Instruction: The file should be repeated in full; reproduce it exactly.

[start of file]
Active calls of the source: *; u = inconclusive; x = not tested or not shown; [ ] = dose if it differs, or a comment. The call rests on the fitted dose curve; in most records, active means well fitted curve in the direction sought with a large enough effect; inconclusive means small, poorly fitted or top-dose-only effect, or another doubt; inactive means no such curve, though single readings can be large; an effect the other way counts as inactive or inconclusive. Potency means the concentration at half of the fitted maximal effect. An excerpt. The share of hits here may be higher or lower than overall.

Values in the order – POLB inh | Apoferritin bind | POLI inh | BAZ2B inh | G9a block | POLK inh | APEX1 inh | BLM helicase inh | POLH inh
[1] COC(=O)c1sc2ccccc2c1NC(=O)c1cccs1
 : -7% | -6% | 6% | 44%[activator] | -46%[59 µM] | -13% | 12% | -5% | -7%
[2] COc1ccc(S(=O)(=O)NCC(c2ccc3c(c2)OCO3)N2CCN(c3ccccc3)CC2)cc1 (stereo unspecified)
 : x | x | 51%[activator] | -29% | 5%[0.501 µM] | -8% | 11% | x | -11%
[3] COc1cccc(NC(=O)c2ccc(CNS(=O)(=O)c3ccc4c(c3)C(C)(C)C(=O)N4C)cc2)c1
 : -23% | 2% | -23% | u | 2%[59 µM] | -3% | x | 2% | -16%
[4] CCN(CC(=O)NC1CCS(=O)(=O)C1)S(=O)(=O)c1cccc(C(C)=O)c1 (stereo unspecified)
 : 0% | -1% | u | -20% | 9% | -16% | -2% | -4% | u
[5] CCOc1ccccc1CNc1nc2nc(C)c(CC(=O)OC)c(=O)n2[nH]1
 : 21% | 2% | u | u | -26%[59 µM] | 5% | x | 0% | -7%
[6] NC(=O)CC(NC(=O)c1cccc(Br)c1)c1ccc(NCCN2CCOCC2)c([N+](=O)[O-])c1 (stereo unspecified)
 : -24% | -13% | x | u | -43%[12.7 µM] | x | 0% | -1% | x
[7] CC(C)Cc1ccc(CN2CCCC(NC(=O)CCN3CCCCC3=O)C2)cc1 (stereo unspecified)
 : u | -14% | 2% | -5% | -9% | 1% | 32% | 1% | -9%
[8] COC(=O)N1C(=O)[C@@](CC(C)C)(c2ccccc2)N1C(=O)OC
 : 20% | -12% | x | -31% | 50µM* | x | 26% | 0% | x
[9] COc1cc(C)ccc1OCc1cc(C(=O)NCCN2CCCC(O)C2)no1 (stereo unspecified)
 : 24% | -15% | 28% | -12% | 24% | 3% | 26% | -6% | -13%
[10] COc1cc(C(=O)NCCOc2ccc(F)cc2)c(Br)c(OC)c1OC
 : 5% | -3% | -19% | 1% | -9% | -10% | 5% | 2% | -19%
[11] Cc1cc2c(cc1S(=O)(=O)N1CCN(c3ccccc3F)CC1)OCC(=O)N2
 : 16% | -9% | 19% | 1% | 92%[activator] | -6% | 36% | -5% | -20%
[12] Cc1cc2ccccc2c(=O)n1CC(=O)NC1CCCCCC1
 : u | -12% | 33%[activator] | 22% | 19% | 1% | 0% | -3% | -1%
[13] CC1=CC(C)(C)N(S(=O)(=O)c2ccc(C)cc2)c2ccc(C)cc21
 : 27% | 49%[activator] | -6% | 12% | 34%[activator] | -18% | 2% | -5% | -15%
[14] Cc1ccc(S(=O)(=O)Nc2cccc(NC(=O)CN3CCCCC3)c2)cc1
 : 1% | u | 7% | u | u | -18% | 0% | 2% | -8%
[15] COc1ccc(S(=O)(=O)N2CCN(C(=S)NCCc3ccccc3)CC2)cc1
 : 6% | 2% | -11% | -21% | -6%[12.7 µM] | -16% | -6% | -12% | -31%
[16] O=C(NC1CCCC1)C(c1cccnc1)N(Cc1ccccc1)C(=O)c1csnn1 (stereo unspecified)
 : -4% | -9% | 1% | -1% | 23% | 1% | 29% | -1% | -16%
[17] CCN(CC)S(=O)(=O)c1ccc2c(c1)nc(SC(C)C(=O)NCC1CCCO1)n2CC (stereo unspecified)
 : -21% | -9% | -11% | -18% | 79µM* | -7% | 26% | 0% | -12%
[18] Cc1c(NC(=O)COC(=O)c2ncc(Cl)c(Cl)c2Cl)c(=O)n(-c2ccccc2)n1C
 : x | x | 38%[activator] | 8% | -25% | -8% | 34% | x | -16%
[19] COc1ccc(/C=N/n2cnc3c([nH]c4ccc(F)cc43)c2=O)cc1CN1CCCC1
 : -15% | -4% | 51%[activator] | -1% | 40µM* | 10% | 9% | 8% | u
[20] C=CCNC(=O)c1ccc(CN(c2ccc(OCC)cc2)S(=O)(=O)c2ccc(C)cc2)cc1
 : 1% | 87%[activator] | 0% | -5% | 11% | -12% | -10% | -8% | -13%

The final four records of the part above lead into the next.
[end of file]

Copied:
Active calls of the source: *; u = inconclusive; x = not tested or not shown; [ ] = dose if it differs, or a comment. The call rests on the fitted dose curve; in most records, active means well fitted curve in the direction sought with a large enough effect; inconclusive means small, poorly fitted or top-dose-only effect, or another doubt; inactive means no such curve, though single readings can be large; an effect the other way counts as inactive or inconclusive. Potency means the concentration at half of the fitted maximal effect. An excerpt. The share of hits here may be higher or lower than overall.

Values in the order – POLB inh | Apoferritin bind | POLI inh | BAZ2B inh | G9a block | POLK inh | APEX1 inh | BLM helicase inh | POLH inh
[1] COC(=O)c1sc2ccccc2c1NC(=O)c1cccs1
 : -7% | -6% | 6% | 44%[activator] | -46%[59 µM] | -13% | 12% | -5% | -7%
[2] COc1ccc(S(=O)(=O)NCC(c2ccc3c(c2)OCO3)N2CCN(c3ccccc3)CC2)cc1 (stereo unspecified)
 : x | x | 51%[activator] | -29% | 5%[0.501 µM] | -8% | 11% | x | -11%
[3] COc1cccc(NC(=O)c2ccc(CNS(=O)(=O)c3ccc4c(c3)C(C)(C)C(=O)N4C)cc2)c1
 : -23% | 2% | -23% | u | 2%[59 µM] | -3% | x | 2% | -16%
[4] CCN(CC(=O)NC1CCS(=O)(=O)C1)S(=O)(=O)c1cccc(C(C)=O)c1 (stereo unspecified)
 : 0% | -1% | u | -20% | 9% | -16% | -2% | -4% | u
[5] CCOc1ccccc1CNc1nc2nc(C)c(CC(=O)OC)c(=O)n2[nH]1
 : 21% | 2% | u | u | -26%[59 µM] | 5% | x | 0% | -7%
[6] NC(=O)CC(NC(=O)c1cccc(Br)c1)c1ccc(NCCN2CCOCC2)c([N+](=O)[O-])c1 (stereo unspecified)
 : -24% | -13% | x | u | -43%[12.7 µM] | x | 0% | -1% | x
[7] CC(C)Cc1ccc(CN2CCCC(NC(=O)CCN3CCCCC3=O)C2)cc1 (stereo unspecified)
 : u | -14% | 2% | -5% | -9% | 1% | 32% | 1% | -9%
[8] COC(=O)N1C(=O)[C@@](CC(C)C)(c2ccccc2)N1C(=O)OC
 : 20% | -12% | x | -31% | 50µM* | x | 26% | 0% | x
[9] COc1cc(C)ccc1OCc1cc(C(=O)NCCN2CCCC(O)C2)no1 (stereo unspecified)
 : 24% | -15% | 28% | -12% | 24% | 3% | 26% | -6% | -13%
[10] COc1cc(C(=O)NCCOc2ccc(F)cc2)c(Br)c(OC)c1OC
 : 5% | -3% | -19% | 1% | -9% | -10% | 5% | 2% | -19%
[11] Cc1cc2c(cc1S(=O)(=O)N1CCN(c3ccccc3F)CC1)OCC(=O)N2
 : 16% | -9% | 19% | 1% | 92%[activator] | -6% | 36% | -5% | -20%
[12] Cc1cc2ccccc2c(=O)n1CC(=O)NC1CCCCCC1
 : u | -12% | 33%[activator] | 22% | 19% | 1% | 0% | -3% | -1%
[13] CC1=CC(C)(C)N(S(=O)(=O)c2ccc(C)cc2)c2ccc(C)cc21
 : 27% | 49%[activator] | -6% | 12% | 34%[activator] | -18% | 2% | -5% | -15%
[14] Cc1ccc(S(=O)(=O)Nc2cccc(NC(=O)CN3CCCCC3)c2)cc1
 : 1% | u | 7% | u | u | -18% | 0% | 2% | -8%
[15] COc1ccc(S(=O)(=O)N2CCN(C(=S)NCCc3ccccc3)CC2)cc1
 : 6% | 2% | -11% | -21% | -6%[12.7 µM] | -16% | -6% | -12% | -31%
[16] O=C(NC1CCCC1)C(c1cccnc1)N(Cc1ccccc1)C(=O)c1csnn1 (stereo unspecified)
 : -4% | -9% | 1% | -1% | 23% | 1% | 29% | -1% | -16%
[17] CCN(CC)S(=O)(=O)c1ccc2c(c1)nc(SC(C)C(=O)NCC1CCCO1)n2CC (stereo unspecified)
 : -21% | -9% | -11% | -18% | 79µM* | -7% | 26% | 0% | -12%
[18] Cc1c(NC(=O)COC(=O)c2ncc(Cl)c(Cl)c2Cl)c(=O)n(-c2ccccc2)n1C
 : x | x | 38%[activator] | 8% | -25% | -8% | 34% | x | -16%
[19] COc1ccc(/C=N/n2cnc3c([nH]c4ccc(F)cc43)c2=O)cc1CN1CCCC1
 : -15% | -4% | 51%[activator] | -1% | 40µM* | 10% | 9% | 8% | u
[20] C=CCNC(=O)c1ccc(CN(c2ccc(OCC)cc2)S(=O)(=O)c2ccc(C)cc2)cc1
 : 1% | 87%[activator] | 0% | -5% | 11% | -12% | -10% | -8% | -13%

The final four records of the part above lead into the next.